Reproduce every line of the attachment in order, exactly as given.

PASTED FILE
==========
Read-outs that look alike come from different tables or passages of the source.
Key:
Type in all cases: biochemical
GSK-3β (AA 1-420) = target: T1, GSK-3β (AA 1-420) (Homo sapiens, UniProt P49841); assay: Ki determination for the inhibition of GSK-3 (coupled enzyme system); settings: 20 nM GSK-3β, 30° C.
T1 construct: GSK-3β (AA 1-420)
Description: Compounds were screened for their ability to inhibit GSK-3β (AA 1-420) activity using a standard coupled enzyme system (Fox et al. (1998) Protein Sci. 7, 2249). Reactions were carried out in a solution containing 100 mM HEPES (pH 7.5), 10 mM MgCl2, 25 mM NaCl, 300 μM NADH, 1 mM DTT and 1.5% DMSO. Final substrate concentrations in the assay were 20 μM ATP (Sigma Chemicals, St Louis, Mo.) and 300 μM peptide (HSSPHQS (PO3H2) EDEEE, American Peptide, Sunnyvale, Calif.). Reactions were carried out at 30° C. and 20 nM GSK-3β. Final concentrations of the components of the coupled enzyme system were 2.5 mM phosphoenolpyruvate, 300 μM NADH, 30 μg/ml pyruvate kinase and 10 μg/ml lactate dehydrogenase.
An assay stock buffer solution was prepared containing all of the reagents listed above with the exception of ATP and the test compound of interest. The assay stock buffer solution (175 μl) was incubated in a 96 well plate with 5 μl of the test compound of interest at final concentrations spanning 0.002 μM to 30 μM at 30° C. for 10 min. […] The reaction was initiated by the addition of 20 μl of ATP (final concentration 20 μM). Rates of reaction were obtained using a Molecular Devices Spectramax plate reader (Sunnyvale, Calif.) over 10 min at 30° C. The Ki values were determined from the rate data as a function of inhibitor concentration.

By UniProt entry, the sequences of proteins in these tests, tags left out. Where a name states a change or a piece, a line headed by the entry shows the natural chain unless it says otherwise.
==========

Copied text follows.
Read-outs that look alike come from different tables or passages of the source.
Key:
Type in all cases: biochemical
GSK-3β (AA 1-420) = target: T1, GSK-3β (AA 1-420) (Homo sapiens, UniProt P49841); assay: Ki determination for the inhibition of GSK-3 (coupled enzyme system); settings: 20 nM GSK-3β, 30° C.
T1 construct: GSK-3β (AA 1-420)
Description: Compounds were screened for their ability to inhibit GSK-3β (AA 1-420) activity using a standard coupled enzyme system (Fox et al. (1998) Protein Sci. 7, 2249). Reactions were carried out in a solution containing 100 mM HEPES (pH 7.5), 10 mM MgCl2, 25 mM NaCl, 300 μM NADH, 1 mM DTT and 1.5% DMSO. Final substrate concentrations in the assay were 20 μM ATP (Sigma Chemicals, St Louis, Mo.) and 300 μM peptide (HSSPHQS (PO3H2) EDEEE, American Peptide, Sunnyvale, Calif.). Reactions were carried out at 30° C. and 20 nM GSK-3β. Final concentrations of the components of the coupled enzyme system were 2.5 mM phosphoenolpyruvate, 300 μM NADH, 30 μg/ml pyruvate kinase and 10 μg/ml lactate dehydrogenase.
An assay stock buffer solution was prepared containing all of the reagents listed above with the exception of ATP and the test compound of interest. The assay stock buffer solution (175 μl) was incubated in a 96 well plate with 5 μl of the test compound of interest at final concentrations spanning 0.002 μM to 30 μM at 30° C. for 10 min. […] The reaction was initiated by the addition of 20 μl of ATP (final concentration 20 μM). Rates of reaction were obtained using a Molecular Devices Spectramax plate reader (Sunnyvale, Calif.) over 10 min at 30° C. The Ki values were determined from the rate data as a function of inhibitor concentration.

By UniProt entry, the sequences of proteins in these tests, tags left out. Where a name states a change or a piece, a line headed by the entry shows the natural chain unless it says otherwise.